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Cybersecurity guidelines for sponsors of retirement plans

June 10, 2021

Sheppard Mullin Richter & Hampton

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The Ministry of Labor recently problematic Cybersecurity Guide to Retirement Plans. The department’s Employee Benefits Security Administration (EBSA) has issued guidelines in three areas: (1) Hiring and working with providers and service providers; (2) Implement an internal cybersecurity program for the plan; and (3) Online security for plan participants and end users.

Recommendations to plan sponsors and administrators are:

  • Inquiries from vendors what security practices they use and how these measures are validated;
  • Determination of the type and scope of the providers’ cyber insurance;
  • Establish a formal cybersecurity program and conduct annual risk assessments;
  • Use of security measures such as encryption and implementation of regular training courses;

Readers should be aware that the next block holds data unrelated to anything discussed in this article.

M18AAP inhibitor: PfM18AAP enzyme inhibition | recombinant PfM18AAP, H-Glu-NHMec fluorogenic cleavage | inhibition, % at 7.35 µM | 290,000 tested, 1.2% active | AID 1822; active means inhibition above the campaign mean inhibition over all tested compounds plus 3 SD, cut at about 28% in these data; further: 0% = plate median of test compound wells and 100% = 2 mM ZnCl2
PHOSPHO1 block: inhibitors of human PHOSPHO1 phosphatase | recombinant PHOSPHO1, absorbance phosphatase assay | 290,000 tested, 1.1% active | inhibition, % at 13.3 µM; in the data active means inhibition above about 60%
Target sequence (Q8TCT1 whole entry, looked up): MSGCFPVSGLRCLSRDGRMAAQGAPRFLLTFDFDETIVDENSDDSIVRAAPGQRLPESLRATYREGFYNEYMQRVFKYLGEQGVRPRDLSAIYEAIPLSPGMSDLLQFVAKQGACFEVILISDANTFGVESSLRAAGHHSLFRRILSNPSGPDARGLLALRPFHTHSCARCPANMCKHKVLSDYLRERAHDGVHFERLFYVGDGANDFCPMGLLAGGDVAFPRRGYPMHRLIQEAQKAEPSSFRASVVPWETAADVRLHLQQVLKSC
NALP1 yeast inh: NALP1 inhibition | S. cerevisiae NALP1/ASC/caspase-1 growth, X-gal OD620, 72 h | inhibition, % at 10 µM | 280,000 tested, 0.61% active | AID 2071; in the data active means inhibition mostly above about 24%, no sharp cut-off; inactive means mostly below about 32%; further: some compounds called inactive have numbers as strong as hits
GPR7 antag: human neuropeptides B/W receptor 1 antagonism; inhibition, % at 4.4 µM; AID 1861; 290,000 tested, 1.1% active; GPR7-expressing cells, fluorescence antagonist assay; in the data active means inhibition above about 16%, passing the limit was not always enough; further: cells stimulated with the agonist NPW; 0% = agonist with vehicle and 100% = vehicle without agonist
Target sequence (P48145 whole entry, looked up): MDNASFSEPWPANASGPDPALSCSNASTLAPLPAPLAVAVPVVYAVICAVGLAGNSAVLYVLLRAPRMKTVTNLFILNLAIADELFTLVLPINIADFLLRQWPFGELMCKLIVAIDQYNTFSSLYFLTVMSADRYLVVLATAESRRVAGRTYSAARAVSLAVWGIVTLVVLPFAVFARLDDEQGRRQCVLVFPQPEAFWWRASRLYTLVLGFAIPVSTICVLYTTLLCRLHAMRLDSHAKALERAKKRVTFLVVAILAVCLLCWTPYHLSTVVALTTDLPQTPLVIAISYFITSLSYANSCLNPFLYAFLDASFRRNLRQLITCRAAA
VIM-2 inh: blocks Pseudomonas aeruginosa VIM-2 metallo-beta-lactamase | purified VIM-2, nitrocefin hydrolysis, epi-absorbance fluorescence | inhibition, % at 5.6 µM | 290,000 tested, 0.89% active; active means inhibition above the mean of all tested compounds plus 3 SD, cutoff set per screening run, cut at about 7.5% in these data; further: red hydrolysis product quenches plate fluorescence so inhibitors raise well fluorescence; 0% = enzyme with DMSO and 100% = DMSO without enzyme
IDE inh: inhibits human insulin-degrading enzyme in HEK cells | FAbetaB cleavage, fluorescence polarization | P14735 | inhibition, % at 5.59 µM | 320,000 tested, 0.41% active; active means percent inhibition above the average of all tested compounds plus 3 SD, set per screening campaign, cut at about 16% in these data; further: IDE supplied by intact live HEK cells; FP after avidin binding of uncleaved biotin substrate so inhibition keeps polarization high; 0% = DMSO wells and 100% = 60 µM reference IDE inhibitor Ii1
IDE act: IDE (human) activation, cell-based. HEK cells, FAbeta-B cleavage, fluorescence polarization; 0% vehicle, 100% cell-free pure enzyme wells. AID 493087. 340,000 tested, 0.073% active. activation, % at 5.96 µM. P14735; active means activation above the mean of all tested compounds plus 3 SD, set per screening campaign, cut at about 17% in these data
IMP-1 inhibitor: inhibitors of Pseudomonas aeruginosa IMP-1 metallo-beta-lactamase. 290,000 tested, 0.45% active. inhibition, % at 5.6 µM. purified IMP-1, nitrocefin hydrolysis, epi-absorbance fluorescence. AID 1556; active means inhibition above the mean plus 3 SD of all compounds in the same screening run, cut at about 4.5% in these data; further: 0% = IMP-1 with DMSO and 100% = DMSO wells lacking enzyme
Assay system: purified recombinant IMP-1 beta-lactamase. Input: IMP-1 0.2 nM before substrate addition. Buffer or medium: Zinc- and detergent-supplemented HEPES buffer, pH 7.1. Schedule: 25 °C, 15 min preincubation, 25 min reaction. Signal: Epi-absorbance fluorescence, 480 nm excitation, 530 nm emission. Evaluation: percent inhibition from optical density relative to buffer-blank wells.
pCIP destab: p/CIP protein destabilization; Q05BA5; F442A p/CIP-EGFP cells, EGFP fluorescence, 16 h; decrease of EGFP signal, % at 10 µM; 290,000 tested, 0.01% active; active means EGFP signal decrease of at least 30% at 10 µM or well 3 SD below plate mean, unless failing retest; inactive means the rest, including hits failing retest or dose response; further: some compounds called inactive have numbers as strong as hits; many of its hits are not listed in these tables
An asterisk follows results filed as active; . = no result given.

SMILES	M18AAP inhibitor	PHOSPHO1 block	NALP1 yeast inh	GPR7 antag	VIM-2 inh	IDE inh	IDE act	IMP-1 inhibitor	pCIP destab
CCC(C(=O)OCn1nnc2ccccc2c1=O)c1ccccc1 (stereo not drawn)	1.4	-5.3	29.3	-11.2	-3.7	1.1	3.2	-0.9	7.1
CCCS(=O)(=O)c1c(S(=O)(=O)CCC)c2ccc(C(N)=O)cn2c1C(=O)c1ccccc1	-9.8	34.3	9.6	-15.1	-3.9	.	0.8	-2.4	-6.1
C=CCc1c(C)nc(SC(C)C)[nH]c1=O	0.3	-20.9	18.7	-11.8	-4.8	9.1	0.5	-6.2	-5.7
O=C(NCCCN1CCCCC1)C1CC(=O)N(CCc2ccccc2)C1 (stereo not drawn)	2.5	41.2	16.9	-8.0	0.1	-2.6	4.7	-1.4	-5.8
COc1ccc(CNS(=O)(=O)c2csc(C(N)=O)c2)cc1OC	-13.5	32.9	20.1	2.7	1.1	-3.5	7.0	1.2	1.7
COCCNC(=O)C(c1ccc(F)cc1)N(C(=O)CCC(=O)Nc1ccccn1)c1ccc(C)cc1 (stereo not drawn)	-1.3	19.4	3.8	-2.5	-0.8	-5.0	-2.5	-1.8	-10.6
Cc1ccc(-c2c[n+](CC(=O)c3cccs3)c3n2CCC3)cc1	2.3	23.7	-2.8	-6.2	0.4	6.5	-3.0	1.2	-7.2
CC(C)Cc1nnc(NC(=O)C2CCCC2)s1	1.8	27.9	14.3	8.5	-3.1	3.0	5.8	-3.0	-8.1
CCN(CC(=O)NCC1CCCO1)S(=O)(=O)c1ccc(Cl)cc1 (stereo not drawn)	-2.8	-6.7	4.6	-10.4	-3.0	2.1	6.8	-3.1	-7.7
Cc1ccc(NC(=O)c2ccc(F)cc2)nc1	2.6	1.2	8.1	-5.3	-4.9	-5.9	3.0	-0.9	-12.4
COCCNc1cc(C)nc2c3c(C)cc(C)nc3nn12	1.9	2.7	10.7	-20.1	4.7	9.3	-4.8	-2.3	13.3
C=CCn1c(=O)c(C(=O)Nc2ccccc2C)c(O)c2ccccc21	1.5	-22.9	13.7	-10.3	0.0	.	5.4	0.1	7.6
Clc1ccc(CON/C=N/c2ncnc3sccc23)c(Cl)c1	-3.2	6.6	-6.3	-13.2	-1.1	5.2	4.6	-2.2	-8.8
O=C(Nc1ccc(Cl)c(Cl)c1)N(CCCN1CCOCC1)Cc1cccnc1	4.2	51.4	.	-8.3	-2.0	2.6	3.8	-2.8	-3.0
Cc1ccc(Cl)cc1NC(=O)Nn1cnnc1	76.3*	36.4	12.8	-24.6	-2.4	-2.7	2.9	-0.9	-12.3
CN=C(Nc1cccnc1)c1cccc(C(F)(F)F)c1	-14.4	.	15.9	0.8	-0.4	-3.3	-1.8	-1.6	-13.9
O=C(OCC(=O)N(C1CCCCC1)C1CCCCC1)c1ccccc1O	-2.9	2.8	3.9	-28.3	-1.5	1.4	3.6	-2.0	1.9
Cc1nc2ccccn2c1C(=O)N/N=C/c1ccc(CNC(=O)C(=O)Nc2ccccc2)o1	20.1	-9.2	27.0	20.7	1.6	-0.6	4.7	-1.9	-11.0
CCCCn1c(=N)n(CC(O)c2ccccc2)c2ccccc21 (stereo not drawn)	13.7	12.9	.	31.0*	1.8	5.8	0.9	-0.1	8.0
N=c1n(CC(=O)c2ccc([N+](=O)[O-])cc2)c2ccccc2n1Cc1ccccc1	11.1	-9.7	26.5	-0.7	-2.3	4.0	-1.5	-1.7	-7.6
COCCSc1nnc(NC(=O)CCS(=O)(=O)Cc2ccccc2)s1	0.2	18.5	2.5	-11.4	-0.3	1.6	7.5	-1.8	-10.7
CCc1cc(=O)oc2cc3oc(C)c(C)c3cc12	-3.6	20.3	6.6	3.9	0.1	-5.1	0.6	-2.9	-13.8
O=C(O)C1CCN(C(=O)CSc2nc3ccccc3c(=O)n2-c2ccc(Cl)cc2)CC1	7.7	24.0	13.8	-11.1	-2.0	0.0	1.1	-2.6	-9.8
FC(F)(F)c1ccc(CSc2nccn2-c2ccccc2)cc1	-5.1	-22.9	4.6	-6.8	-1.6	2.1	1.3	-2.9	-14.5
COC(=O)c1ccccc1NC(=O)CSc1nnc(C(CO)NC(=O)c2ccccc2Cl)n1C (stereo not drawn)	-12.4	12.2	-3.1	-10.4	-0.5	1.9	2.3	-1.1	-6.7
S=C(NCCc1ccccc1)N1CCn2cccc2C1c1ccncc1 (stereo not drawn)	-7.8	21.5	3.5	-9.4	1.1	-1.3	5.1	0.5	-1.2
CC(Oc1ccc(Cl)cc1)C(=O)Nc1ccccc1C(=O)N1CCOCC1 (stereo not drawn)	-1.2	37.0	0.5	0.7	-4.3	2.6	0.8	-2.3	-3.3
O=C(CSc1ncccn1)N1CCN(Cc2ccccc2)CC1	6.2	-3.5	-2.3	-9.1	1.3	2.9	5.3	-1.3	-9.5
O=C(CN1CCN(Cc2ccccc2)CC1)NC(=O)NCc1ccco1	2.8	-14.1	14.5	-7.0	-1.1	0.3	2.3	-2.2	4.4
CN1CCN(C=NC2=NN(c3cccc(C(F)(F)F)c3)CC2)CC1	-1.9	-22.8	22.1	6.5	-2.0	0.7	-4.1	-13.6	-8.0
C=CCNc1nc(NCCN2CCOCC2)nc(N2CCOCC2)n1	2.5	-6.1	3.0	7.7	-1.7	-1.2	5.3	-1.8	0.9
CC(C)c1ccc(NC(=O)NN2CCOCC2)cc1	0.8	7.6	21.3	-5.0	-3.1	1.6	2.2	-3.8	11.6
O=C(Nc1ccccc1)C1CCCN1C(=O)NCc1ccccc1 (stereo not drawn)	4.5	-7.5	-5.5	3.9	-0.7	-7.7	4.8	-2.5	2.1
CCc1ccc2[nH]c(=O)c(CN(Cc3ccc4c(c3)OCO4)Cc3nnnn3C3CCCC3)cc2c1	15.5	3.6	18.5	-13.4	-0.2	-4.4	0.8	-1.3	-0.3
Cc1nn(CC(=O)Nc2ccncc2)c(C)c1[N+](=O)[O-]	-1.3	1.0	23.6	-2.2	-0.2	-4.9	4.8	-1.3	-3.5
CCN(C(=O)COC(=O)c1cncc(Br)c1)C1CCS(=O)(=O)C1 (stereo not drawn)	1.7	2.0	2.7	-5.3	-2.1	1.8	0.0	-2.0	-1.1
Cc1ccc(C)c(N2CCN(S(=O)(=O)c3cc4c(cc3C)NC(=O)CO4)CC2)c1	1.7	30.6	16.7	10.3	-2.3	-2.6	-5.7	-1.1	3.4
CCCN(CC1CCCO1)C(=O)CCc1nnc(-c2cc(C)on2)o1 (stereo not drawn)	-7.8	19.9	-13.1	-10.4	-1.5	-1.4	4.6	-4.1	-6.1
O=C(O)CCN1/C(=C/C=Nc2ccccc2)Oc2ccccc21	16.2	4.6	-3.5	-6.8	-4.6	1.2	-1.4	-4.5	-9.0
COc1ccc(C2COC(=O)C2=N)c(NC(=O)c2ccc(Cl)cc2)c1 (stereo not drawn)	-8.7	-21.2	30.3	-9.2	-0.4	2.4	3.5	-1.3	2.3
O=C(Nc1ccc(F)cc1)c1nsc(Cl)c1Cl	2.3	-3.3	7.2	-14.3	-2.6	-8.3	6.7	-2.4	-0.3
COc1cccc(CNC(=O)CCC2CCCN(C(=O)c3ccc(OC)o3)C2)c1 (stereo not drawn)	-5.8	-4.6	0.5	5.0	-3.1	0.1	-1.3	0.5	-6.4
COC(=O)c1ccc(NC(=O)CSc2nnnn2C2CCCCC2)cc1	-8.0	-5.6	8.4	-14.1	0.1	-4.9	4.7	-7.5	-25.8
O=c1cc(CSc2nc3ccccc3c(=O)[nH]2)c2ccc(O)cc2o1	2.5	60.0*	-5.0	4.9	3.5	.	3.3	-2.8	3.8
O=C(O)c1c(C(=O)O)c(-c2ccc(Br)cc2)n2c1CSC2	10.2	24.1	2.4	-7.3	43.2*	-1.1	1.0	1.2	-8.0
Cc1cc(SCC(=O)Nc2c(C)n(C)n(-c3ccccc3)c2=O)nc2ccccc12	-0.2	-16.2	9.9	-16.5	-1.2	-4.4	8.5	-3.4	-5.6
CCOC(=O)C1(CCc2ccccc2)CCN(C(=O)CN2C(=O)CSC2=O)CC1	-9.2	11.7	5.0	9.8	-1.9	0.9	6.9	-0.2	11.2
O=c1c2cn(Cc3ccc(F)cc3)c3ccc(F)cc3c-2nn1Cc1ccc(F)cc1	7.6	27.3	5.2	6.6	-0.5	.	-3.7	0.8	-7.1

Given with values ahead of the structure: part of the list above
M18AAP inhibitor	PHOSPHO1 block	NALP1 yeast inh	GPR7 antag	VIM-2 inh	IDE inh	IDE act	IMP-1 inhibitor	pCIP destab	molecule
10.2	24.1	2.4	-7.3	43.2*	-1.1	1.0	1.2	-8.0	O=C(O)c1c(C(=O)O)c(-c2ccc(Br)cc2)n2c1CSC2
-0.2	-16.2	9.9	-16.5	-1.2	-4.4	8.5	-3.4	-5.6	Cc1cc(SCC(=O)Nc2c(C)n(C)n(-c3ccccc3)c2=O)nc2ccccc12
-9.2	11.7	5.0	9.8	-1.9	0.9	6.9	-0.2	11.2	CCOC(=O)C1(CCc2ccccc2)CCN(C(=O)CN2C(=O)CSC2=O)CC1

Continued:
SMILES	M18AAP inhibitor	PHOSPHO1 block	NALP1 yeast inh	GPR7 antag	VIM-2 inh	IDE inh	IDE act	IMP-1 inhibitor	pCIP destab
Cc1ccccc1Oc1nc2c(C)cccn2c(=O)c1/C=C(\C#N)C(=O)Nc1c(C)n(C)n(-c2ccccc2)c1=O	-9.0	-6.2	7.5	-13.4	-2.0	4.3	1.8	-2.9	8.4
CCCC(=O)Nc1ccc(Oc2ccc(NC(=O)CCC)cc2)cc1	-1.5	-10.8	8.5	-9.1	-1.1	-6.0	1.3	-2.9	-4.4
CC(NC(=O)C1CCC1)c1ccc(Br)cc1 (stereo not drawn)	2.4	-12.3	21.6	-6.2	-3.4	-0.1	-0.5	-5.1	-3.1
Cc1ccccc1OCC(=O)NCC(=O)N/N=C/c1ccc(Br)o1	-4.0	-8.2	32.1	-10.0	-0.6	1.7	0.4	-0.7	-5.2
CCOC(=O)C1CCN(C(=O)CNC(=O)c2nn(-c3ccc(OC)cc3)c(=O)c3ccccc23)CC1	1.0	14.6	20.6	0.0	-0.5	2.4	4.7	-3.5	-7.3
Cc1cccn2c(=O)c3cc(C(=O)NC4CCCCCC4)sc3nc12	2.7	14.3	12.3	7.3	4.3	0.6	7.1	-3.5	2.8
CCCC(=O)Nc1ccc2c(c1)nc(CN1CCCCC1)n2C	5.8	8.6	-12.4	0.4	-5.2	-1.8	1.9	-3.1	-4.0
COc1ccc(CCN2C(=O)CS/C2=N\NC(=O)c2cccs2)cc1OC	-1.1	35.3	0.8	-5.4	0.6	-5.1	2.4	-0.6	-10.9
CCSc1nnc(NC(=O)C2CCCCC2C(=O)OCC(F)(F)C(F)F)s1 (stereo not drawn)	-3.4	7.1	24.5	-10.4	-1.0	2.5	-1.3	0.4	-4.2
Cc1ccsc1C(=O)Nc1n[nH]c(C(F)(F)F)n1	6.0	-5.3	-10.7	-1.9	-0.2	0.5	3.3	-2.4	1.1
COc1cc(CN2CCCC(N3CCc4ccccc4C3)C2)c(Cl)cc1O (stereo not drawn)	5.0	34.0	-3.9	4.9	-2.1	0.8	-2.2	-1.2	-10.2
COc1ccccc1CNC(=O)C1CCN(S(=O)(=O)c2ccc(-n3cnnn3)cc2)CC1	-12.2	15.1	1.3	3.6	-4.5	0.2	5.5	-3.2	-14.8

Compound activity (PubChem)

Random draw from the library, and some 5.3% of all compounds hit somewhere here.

• Providing information to users about common risks such as free WiFi or improper password hygiene.

These guidelines provide clarity on how the EBSA interprets Electronic Records Regulations, (which require plan administrators to put in place adequate controls and records management) and those relating to plans fiduciary responsibility. Although these cybersecurity recommendations were the first from EBSA, they will be familiar to those familiar with other frameworks such as the NIST cybersecurity framework and other government guidance on managing providers. This also includes the latest NYDFS Supply Chain Management Guidelines.

Putting it into practice: This first EBSA cybersecurity guideline signals their expectations for cybersecurity. The focus on vetting and onboarding service providers should be emphasized. These precautionary measures are particularly helpful when it comes to providers who have automated protection processes and / or precise knowledge of their customers’ IT systems (knowledge that could be exploited by a malicious actor). Plan sponsors and other trustees with existing cybersecurity programs will want to compare their control and vendor management programs with these three newly issued guidelines.

The content of this article is intended to provide general guidance on the subject. You should seek expert advice regarding your specific circumstances.

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